I was going to do this in 38 individual posts, but that seemed rude. Here are some random, potentially interesting, thoughts about an old job that I sort of still have. I’ve changed names, just in case. I don’t want to piss anyone off. It’s also in a halting style. Each paragraph is less than 280 characters because I was going to post it all on micro.blog but I decided I didn’t want to spam anyone.

Years ago I worked for a 180 person consulting firm in the ERP space. They went from having 75 employees to 180 in a span of two months. (I was employee number 80.) They were very aggressive about sending us to training on the product and we all worked our butts off.

At the time, I was living in Chicago and the company technically had a Chicago “office”, just no office space or support staff. I was first interviewed by Pam who would be my boss for the first few years I was with the company. She was enthusiastic about my coming on board.

I was excited because I had moved to Chicago to work with a large consulting company who pulled the rug out from under me right after I moved and started. The assignment I was told I had was pulled from me on my 2nd day and I was moved to do Y2K work. Ugh.

I flew to Austin for my second interview. The practice manager took me to lunch and we sat at a table with his co-workers, as he called them. Turned out, it was the owner, the head of sales, and the head of operations. I’m sure I didn’t say anything too stupid. I got the job.

I wasn’t sure I had. My interview with the practice manager was excruciating. He shit all over my experience. He HATED that I hadn’t finished college. He didn’t see what my “career path” would be. He was blunt and frankly, a little mean.

I left his office deflated and went to see Lea in HR who had an offer sheet ready for me. I asked if she didn’t need to speak to the practice manager first because the interview did not go well. She told me that Pam wanted me and that was all that mattered.

We were owned by a guy named Bill who seemed generous. Twice a year he would fly us all out to Austin to a local resort for a “company meeting”. They had a little ceremony near the end where we would get our bi-annual bonus.

On the second night, they would always contract with a local shuttle service and carry those who wanted to downtown Austin. They would even hand us an envelope with 200 dollars in spending money.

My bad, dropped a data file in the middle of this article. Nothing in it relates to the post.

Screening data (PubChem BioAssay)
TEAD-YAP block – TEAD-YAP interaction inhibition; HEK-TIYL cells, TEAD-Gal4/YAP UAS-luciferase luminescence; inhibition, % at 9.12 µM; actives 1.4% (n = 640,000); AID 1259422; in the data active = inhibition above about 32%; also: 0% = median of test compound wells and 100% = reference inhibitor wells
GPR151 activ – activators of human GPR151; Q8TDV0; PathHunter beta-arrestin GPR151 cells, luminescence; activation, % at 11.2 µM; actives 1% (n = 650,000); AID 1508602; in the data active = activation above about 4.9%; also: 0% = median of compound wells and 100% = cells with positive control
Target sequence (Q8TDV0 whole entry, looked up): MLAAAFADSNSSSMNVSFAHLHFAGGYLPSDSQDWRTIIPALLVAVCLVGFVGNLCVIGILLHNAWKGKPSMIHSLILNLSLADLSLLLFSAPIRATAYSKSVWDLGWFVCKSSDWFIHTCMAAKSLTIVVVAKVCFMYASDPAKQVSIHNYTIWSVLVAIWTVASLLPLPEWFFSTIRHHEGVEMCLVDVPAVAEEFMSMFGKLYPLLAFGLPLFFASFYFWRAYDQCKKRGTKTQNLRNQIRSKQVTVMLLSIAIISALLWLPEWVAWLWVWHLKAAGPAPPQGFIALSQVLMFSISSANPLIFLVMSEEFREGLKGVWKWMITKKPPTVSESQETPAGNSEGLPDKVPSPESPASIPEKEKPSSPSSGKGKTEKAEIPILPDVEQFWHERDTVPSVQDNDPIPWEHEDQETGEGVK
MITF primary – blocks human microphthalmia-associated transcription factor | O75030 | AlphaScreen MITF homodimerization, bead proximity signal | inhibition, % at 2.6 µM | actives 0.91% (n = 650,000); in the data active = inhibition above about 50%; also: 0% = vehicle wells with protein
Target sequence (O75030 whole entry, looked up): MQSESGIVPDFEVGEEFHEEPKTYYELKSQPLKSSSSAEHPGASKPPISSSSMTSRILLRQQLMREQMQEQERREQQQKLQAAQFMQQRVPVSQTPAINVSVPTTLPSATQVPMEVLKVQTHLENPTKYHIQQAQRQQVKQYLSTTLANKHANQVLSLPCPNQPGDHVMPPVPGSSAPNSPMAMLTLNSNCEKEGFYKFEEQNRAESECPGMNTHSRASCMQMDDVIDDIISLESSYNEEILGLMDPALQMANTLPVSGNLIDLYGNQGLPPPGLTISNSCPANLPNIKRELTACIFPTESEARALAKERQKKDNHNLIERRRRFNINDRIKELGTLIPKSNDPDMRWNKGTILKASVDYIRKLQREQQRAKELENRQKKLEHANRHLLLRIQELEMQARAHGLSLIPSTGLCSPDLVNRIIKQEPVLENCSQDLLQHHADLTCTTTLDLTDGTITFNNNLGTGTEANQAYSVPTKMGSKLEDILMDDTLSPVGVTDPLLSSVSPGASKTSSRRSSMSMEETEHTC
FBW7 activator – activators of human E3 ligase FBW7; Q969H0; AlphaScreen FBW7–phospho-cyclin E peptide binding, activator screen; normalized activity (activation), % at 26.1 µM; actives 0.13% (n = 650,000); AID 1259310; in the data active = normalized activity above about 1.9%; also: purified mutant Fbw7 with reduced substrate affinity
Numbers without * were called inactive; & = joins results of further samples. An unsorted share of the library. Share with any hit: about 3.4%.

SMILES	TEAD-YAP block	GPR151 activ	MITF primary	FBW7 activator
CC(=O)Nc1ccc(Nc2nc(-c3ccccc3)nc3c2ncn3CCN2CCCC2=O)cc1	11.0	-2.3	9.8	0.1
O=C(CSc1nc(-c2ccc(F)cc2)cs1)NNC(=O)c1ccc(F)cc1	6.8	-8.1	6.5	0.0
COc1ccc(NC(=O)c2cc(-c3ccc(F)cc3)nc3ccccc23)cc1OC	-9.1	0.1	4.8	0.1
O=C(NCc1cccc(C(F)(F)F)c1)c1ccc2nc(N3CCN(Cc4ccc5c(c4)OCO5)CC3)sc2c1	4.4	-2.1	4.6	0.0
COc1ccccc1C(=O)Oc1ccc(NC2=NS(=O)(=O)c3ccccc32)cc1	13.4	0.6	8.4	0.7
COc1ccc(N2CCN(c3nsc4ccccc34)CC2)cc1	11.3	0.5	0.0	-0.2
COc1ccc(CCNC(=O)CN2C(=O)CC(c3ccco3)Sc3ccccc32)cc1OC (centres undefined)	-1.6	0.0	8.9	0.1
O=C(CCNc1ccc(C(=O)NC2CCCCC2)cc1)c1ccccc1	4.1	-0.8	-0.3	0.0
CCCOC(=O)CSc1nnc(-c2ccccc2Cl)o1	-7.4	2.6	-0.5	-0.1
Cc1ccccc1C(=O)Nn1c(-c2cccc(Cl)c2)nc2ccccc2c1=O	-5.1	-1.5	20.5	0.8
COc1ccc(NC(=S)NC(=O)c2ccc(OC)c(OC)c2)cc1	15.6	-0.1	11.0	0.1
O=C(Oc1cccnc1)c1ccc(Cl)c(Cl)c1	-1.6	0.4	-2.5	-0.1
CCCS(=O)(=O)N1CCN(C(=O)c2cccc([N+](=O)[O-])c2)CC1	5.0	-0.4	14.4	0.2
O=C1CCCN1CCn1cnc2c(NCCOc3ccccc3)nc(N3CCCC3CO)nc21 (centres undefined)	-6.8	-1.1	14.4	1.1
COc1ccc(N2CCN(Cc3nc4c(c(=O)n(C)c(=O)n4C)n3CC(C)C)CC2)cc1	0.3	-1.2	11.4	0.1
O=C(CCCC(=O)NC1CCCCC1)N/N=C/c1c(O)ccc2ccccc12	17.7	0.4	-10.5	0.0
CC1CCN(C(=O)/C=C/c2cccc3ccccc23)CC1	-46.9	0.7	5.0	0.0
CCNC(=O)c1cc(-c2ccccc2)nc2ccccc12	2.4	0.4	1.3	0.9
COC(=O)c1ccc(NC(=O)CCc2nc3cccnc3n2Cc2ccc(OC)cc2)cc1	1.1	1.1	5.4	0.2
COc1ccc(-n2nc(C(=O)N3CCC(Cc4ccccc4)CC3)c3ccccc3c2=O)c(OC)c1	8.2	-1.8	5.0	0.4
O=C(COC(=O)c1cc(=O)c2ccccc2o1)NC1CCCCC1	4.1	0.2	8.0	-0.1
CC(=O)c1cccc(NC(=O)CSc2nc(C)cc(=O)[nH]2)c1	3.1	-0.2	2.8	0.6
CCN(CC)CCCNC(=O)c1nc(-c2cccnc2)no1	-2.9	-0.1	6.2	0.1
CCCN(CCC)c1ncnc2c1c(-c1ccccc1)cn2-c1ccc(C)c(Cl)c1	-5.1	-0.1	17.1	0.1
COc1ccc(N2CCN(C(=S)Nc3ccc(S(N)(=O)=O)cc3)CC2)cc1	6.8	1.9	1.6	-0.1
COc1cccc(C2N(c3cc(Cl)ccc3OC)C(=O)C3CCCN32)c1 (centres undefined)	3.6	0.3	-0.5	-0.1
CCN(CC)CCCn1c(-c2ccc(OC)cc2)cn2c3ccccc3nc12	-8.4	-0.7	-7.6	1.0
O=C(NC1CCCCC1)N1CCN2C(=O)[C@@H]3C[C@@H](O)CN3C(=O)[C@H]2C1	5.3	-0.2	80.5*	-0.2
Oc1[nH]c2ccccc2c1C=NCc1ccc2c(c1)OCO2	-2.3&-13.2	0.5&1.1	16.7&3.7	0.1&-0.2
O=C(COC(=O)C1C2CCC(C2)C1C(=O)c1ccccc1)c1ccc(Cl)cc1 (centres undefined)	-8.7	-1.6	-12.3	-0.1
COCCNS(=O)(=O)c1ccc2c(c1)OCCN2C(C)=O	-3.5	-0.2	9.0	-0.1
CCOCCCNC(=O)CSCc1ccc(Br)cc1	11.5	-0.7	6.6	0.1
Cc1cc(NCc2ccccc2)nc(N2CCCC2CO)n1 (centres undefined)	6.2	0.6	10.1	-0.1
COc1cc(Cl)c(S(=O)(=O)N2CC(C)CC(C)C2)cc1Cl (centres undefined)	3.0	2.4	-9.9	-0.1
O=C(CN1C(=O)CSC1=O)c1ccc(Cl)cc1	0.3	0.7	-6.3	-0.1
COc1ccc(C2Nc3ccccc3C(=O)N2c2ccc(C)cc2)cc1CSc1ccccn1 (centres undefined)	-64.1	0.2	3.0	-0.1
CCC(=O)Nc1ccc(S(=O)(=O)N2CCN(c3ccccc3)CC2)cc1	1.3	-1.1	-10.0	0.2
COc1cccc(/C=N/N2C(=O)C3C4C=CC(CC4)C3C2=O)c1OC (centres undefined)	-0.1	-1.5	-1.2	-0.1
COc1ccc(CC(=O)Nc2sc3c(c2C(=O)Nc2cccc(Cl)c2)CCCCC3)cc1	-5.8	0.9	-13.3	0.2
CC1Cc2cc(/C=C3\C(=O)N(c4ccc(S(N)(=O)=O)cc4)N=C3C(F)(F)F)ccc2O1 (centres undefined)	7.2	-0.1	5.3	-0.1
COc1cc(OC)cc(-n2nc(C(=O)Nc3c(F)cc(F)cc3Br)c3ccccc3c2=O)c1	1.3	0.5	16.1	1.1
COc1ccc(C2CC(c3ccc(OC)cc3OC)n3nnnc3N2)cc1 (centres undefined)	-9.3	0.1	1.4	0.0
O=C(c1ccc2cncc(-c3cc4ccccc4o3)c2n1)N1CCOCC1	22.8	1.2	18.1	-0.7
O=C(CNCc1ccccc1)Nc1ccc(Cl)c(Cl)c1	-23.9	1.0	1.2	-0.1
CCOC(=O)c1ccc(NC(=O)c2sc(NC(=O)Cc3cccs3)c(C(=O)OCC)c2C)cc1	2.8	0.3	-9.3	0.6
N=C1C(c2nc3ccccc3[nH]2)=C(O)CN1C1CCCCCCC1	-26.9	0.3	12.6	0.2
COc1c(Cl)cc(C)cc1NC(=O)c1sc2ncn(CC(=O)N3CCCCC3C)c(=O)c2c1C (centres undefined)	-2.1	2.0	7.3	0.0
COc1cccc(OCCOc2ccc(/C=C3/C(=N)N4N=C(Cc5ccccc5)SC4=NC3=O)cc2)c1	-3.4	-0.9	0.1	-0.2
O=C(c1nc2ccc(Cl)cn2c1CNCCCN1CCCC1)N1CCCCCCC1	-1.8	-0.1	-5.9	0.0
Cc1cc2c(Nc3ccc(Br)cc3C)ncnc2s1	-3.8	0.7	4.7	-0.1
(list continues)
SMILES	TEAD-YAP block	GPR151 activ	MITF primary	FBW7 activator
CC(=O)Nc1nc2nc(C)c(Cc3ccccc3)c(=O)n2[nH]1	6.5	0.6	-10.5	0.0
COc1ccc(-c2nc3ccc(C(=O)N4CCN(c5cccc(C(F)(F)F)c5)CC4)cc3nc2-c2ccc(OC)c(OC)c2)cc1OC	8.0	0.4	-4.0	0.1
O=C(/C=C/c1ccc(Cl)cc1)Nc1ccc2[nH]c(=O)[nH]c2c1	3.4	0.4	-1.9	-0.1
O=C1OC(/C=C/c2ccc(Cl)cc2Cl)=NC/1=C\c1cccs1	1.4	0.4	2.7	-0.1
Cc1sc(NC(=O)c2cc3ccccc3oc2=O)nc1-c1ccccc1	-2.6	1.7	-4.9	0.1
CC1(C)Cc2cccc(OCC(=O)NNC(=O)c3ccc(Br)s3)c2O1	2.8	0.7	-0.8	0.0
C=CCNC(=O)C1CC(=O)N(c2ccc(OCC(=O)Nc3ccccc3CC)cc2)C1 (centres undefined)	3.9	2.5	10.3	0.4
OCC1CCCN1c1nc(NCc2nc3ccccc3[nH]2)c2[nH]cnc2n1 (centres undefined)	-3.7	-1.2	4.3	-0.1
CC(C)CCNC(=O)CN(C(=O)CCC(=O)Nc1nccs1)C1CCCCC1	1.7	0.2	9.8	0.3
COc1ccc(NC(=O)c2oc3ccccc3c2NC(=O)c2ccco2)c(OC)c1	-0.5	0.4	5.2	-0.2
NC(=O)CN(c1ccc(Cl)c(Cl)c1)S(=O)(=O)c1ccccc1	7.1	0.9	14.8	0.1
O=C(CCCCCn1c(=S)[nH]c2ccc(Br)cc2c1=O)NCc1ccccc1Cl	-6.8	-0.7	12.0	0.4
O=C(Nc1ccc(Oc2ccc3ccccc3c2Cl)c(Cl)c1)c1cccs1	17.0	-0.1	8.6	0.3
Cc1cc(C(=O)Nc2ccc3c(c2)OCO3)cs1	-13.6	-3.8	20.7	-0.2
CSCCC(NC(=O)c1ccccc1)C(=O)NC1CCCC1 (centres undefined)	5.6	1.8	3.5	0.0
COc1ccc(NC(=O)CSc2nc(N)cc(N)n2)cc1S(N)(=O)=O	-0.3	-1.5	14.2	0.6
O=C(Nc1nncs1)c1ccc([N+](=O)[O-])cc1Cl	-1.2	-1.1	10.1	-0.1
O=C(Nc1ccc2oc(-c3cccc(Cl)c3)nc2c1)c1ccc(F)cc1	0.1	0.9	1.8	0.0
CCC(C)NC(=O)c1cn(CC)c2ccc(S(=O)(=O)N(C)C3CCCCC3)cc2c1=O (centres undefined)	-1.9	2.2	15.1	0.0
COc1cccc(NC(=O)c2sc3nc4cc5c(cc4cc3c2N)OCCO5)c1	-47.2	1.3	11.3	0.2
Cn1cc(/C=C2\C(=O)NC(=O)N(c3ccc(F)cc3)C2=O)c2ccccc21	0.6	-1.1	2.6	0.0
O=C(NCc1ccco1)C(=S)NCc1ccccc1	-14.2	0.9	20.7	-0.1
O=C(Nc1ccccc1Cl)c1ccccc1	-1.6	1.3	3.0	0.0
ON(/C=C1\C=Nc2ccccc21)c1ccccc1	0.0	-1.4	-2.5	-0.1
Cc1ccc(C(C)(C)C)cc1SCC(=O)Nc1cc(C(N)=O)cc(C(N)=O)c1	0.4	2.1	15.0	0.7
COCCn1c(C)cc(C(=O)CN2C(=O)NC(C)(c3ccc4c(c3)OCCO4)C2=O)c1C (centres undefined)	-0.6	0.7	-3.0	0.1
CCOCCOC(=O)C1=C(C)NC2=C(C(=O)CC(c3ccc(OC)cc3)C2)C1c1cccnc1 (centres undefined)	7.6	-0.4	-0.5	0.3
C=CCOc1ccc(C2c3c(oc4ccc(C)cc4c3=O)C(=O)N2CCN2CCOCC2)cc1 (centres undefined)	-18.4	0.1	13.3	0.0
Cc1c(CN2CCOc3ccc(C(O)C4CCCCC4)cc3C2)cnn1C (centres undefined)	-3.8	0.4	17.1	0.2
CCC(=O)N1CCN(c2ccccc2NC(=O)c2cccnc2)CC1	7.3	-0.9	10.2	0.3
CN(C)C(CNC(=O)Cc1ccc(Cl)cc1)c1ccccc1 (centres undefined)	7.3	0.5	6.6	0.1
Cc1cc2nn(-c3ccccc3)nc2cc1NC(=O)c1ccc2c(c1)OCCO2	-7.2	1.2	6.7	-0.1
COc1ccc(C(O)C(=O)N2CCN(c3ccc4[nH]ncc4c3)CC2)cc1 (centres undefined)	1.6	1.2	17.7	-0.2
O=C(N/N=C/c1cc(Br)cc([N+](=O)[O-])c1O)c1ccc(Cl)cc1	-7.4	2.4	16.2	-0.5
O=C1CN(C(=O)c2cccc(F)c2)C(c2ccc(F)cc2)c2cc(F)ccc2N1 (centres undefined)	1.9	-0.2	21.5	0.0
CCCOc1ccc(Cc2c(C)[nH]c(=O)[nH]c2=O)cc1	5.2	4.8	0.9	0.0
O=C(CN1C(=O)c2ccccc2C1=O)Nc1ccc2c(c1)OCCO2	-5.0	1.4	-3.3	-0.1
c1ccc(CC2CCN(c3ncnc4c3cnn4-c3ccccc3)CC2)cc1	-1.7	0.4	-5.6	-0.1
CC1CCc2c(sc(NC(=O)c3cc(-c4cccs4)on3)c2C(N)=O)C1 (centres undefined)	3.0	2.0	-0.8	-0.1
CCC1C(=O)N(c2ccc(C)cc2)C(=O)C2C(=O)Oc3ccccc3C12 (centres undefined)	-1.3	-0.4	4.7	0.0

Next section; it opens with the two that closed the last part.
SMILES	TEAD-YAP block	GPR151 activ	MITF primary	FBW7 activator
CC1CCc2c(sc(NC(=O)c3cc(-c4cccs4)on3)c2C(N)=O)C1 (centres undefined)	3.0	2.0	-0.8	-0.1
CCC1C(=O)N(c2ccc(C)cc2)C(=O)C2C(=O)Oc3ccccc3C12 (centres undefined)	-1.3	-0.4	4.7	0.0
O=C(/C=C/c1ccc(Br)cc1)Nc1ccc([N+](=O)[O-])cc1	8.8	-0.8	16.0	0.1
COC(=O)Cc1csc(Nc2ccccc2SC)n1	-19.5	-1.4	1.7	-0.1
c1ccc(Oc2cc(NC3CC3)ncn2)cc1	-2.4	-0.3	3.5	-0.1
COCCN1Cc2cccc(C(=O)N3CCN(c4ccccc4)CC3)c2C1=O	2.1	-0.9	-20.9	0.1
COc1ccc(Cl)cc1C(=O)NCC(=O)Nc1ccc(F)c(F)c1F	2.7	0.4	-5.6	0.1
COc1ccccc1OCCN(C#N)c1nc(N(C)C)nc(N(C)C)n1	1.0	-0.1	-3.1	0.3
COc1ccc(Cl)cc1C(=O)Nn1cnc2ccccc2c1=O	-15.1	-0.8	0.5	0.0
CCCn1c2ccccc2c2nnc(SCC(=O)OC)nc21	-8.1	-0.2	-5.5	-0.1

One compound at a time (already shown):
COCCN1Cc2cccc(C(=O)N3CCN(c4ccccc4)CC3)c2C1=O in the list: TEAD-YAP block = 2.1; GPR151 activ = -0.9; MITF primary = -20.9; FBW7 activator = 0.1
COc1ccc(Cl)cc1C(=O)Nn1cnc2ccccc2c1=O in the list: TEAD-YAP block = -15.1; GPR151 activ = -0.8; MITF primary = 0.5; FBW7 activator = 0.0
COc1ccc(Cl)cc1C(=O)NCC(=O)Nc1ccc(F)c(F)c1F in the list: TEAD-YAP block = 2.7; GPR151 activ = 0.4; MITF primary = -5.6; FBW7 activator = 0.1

Bill had his own helicopter. He didn’t really need one, but he liked his toys. At the company meetings, he would let us take rides with his pilot after breakfast. The copter had glass floors on the bottom and they’d fly us up and down the river. Austin is a beautiful city.

They would fly us all over the country for our ERP training, and they were building a substantial training department in Austin. One week I’d be in Seattle for training. The next I would be back in Austin and find that they had purchased even more office space. It was insane.

This company had so much business that almost everyone went straight from training to a client site. I was with the firm for three years. After training, I was 100% billable, or more, my entire tenure with the company. There were perks to that, and there were problems.

The upside is that everyone in management likes an employee that’s billable. This was also, however, the late 1990s, and technology was changing fast. ERP vendors will evolving their products at ever-increasing rates. (Almost recklessly so.)

How did you get experience on the updated version? Well, you had to pay for their training. There were no books. There was on “online” learning. You had to fly to the midwest and sit in a room and listen to people talk. The internet was here, but old IT was still playing catchup.

Additional training became tough to get. This was the downside. If you were billable, you weren’t allowed to take a week off to go train on something new. So, the more a client liked you and kept you, the more out of date your skills would get.